“Ultimately, the biggest stat is winning,” he says. “That's the greatest stat you can have. And all the greats are known for winning. Tom Brady wouldn't be Tom Brady if New England was losing. But when the stage gets big and the lights come on, it's like, 'Are you a winner or are you not? Michael Jordan, did you win? Or did you not? Kareem Abdul-Jabbar, did you win or did you not win? Mike Tyson, did you win? Or did you not win?’

“The great ones are known because they know how to rise to the occasion and get that W. Stats are great, wonderful, but winning in sports is the ultimate goal.”

At the high school level, Tobias will often draw two or more defenders, which only opens things up for his teammates, allowing him to make valuable contributions toward that goal of winning even without touching the ball.

But his father still expects Tobias to make the most of the chances he does get.

“When the ball comes your way, you've got to take advantage of those opportunities and let everybody know you’re still the best player on the field,” he says. “Like my old coach would say, 'You've got to know when to go in the phone booth and put your cape on.'”

Tobias had a chance to witness how to apply that balance by watching his sisters.

“He saw the sacrifices that they made in order to rule the state of Washington for four years when it came to high school track and field,” his father says. “They were definitely the best sprinters during their time in the high school here. It paid off by them being able to go to college and continue their careers. I think it gave him something to look forward to.

“The best thing he probably learned from his sisters is being humble. I think Tobias was watching the way his sisters were. They were always the nicest people immediately before and immediately after competition. During competition, it was no holds barred.”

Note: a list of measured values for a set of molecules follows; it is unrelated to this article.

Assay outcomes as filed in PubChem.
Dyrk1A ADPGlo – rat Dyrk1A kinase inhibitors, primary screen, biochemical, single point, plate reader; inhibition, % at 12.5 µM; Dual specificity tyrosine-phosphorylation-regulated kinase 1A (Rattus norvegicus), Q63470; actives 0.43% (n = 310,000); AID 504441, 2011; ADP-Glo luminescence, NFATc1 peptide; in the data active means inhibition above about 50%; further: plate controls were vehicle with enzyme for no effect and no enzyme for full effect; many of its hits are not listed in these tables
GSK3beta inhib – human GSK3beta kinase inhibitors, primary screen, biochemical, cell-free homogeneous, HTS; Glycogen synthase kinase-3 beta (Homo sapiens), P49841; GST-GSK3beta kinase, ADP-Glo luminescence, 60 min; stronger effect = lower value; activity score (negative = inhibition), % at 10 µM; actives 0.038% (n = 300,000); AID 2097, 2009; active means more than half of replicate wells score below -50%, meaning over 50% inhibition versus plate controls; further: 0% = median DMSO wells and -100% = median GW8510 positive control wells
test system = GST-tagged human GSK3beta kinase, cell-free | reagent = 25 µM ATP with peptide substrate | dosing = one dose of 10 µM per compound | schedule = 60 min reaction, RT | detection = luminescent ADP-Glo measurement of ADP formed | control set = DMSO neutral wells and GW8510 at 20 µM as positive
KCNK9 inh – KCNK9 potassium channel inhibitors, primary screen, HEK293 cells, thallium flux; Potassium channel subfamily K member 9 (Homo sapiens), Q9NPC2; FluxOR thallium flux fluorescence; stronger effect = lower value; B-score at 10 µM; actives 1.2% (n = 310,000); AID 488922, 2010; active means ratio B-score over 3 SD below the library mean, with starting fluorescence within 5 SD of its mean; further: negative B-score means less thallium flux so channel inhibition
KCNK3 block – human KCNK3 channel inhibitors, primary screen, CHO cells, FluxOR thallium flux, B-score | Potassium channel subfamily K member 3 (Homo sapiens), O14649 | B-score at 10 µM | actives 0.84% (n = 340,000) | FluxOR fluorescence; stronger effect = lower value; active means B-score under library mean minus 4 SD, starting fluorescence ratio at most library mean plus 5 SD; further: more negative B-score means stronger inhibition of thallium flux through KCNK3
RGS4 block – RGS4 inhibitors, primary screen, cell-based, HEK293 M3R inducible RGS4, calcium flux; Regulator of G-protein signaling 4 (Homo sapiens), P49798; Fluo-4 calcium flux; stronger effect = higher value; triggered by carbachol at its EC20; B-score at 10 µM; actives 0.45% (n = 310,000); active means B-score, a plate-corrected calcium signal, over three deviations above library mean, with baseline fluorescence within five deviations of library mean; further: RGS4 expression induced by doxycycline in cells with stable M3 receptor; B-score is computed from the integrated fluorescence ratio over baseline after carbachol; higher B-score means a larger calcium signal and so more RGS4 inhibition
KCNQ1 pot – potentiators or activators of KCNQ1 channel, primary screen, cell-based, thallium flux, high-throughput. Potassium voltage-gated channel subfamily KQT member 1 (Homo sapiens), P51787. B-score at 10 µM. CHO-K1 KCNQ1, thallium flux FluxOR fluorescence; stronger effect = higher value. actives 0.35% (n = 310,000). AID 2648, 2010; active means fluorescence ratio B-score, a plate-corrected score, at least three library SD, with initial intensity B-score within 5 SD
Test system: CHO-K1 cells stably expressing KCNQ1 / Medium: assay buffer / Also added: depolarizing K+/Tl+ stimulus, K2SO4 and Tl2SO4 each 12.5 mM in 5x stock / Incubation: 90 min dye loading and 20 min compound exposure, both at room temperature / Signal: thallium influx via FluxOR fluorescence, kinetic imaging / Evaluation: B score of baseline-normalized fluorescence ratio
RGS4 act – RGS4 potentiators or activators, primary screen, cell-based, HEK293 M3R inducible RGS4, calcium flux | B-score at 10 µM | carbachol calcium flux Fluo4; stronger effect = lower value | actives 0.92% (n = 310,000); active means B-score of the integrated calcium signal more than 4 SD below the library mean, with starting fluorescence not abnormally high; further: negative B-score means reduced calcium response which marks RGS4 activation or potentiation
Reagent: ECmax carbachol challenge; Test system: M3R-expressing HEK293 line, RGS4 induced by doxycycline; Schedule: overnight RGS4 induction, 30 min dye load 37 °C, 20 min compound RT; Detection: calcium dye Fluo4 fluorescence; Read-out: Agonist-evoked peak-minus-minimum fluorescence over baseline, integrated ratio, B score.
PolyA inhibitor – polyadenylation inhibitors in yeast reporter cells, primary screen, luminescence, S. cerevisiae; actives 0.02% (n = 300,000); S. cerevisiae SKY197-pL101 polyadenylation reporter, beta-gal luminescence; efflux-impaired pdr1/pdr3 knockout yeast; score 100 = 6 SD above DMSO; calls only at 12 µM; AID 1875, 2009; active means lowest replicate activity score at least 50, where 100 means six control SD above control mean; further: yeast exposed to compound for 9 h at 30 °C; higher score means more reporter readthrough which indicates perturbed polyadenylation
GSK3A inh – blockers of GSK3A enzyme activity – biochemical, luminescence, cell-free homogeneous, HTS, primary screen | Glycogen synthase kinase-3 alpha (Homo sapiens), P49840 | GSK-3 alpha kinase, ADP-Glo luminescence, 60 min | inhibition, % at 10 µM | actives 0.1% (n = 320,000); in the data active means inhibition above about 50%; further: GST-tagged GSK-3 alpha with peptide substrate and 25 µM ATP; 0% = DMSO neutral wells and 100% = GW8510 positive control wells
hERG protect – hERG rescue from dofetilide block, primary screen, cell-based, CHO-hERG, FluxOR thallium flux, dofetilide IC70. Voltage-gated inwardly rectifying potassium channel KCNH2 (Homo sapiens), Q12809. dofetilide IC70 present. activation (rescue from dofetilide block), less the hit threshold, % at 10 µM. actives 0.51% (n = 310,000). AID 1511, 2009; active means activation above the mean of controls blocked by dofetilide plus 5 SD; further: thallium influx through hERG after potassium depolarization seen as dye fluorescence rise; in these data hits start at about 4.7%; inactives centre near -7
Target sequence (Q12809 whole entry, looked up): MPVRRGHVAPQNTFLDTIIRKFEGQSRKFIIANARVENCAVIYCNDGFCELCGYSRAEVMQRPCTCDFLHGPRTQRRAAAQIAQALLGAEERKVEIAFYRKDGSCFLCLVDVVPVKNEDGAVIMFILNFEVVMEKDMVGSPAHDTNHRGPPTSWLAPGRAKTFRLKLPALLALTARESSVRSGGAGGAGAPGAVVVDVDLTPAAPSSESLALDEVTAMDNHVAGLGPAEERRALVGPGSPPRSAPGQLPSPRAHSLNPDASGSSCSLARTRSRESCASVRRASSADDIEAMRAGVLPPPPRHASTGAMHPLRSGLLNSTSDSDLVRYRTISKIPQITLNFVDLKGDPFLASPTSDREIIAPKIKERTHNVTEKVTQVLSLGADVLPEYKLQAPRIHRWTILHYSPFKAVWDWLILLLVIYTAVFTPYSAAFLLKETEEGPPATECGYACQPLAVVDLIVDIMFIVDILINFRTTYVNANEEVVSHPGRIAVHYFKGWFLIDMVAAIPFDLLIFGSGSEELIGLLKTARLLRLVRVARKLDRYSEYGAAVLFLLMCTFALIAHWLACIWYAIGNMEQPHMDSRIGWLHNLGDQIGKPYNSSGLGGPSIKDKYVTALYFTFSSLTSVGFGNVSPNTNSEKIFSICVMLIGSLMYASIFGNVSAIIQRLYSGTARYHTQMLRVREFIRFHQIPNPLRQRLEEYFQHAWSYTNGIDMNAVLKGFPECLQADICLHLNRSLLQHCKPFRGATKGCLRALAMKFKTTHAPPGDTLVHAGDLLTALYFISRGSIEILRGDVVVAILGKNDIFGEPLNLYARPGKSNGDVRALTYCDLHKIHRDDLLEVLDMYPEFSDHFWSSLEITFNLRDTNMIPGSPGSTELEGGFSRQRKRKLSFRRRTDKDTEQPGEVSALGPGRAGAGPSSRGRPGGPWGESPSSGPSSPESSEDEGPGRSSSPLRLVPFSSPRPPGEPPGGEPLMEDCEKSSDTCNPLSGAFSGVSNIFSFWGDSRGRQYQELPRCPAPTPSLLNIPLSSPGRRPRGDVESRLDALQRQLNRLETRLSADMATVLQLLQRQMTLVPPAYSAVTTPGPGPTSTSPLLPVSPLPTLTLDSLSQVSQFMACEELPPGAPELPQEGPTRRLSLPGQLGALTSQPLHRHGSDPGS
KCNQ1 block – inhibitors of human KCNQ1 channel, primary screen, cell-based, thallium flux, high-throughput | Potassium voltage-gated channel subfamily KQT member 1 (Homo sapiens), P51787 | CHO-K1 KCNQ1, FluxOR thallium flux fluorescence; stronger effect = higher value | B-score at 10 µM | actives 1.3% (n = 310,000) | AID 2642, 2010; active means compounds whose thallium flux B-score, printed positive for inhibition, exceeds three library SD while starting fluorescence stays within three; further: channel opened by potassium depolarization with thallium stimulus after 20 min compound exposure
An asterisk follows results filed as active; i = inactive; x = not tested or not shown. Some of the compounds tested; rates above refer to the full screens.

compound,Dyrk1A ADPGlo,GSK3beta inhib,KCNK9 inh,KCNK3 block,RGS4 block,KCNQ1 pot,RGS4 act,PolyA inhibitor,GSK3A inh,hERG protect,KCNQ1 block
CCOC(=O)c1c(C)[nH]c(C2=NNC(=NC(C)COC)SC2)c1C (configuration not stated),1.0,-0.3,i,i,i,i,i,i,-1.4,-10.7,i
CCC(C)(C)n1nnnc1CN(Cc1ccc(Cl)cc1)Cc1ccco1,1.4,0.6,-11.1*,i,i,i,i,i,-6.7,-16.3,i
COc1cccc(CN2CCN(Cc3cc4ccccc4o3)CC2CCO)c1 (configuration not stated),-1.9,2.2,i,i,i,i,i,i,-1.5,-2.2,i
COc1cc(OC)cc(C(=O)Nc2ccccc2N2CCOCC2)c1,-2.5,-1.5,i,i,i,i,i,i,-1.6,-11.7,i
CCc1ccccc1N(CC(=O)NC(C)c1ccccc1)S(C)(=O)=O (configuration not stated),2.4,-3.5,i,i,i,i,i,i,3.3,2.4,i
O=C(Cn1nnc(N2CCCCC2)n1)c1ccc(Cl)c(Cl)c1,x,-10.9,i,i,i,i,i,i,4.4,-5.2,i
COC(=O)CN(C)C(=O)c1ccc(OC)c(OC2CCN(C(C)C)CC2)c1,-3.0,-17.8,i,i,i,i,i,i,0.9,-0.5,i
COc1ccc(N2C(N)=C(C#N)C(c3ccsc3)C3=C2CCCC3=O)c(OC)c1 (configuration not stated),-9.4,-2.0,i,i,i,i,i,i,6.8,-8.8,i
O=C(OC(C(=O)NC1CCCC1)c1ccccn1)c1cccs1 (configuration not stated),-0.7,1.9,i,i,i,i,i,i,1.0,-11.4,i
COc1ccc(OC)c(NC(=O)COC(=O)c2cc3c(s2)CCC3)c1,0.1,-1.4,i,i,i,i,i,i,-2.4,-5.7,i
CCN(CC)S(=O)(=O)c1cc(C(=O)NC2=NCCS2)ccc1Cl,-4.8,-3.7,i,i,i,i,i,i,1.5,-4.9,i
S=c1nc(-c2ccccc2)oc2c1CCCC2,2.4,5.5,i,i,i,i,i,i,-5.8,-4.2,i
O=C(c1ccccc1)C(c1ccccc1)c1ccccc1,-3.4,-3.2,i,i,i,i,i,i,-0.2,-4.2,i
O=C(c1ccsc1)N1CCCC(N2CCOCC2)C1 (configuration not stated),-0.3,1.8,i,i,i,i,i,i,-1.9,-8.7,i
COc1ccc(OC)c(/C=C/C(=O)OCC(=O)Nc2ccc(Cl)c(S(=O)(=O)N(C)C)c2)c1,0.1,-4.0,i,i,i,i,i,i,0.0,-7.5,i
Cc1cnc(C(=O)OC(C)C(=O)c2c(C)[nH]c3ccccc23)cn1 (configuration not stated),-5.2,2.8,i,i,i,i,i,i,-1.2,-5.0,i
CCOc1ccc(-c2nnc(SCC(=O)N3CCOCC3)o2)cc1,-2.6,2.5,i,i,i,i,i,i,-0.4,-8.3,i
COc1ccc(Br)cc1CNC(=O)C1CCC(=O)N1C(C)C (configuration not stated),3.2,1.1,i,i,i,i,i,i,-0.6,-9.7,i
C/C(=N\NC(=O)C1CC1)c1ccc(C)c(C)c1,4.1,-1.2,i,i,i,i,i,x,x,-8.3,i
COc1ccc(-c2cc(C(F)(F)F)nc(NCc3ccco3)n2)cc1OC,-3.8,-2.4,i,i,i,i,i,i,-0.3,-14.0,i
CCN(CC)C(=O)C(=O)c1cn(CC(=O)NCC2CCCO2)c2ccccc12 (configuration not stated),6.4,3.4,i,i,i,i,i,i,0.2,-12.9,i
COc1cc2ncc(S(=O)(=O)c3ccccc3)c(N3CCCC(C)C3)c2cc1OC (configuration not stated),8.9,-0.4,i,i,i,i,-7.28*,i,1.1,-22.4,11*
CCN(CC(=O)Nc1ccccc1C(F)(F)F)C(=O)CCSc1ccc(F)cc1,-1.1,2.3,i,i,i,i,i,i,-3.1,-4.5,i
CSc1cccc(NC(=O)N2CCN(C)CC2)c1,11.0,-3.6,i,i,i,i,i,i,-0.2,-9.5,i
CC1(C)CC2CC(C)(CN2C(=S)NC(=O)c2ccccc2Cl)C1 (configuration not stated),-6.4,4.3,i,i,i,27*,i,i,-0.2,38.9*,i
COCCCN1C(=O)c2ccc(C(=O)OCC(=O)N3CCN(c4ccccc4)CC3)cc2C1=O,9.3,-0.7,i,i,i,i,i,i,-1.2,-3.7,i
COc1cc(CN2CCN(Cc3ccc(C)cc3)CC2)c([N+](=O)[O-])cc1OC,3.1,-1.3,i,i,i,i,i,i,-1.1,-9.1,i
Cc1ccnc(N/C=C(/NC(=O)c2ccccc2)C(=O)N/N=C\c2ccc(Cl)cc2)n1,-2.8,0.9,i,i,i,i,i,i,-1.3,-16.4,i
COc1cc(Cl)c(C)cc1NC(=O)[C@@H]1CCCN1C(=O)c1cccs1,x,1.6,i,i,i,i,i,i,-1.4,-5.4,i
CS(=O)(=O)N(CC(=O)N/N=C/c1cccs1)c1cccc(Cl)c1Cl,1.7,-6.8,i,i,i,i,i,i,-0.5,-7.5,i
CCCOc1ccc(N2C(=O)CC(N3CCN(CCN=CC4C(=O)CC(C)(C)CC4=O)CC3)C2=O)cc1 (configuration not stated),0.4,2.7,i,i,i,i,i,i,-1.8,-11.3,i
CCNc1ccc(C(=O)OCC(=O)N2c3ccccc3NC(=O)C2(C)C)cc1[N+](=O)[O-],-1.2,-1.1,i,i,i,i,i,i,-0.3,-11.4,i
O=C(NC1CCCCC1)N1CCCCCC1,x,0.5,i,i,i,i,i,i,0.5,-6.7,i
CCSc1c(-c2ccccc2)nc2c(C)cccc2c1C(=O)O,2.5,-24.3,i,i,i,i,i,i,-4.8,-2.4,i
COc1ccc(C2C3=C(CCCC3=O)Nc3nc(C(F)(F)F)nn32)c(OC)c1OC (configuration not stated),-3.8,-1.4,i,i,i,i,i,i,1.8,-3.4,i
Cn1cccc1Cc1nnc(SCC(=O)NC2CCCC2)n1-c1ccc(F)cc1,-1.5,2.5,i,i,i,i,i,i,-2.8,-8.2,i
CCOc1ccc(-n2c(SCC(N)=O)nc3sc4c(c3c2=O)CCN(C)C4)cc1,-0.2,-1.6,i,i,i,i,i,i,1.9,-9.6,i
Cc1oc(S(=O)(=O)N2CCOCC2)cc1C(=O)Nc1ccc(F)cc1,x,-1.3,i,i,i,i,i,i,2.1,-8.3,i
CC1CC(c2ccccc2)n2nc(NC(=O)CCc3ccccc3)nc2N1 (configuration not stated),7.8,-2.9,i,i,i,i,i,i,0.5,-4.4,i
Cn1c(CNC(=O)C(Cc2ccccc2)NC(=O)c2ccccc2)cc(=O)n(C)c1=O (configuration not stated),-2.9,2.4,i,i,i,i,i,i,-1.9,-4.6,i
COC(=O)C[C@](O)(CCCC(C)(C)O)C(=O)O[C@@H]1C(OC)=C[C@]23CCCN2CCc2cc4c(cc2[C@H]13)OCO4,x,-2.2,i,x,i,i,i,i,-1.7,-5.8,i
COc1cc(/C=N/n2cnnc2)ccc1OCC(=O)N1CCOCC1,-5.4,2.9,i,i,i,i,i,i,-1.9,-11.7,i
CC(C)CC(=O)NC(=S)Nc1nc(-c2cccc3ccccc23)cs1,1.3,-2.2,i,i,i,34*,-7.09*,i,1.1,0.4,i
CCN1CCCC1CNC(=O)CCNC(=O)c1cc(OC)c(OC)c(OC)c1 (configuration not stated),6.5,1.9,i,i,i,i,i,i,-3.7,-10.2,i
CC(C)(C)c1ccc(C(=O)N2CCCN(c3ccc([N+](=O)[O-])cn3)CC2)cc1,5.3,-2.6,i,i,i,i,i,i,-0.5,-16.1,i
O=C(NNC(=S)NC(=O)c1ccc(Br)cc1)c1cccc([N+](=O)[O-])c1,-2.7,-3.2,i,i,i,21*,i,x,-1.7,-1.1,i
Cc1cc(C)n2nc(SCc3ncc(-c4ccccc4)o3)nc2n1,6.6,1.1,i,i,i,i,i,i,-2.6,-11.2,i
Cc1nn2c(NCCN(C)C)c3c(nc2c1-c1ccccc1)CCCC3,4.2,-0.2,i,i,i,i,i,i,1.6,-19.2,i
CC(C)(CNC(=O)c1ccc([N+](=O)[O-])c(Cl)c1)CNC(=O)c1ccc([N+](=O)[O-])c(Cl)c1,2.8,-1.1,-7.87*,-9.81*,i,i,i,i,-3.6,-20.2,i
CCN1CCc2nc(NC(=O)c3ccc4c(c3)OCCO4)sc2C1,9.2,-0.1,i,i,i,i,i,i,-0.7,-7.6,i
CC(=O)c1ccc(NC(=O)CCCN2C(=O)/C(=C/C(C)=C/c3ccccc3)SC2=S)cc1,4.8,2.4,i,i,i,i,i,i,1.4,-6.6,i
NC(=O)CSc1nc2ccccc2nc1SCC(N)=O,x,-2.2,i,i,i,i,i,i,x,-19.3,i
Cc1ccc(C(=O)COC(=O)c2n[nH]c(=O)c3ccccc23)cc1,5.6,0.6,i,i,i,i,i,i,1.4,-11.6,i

The siblings are each other’s biggest fans.

Technology has made that easier; whether it’s Tobias watching Dai’lyn and Jai’lyn’s races on the internet or the twins gathering friends around a computer screen to watch their brother’s games in the fall.

As Tobias looks to close out a successful high school career and chase collegiate success the way his sisters have, one question still remains; Who’s the fastest in the family right now?

Tobias certainly claims that title, but that’s not necessarily official.

“I don't think he's actually beat them yet, so technically, they're still the fastest,” Mr. Merriweather says.

Meanwhile, Tobias is quick to note, “Time’s don’t line,” he says. “They know. They definitely know.”

Tobias missed a chance to post official times on the track earlier this year, choosing to go out for basketball instead.

“Well, you know, maybe he just doesn't really want that smoke,” his father laughs.

In all seriousness, Mr. Merriweather was OK losing his top sprinter.

“As a dad, I try to support them where they are.  I don't pressure him to do anything that his heart isn't 100 percent into. It's just not worth it at that point. You're doing things for other people and that's when it becomes work and a job. He has the rest of his life to work for somebody else.”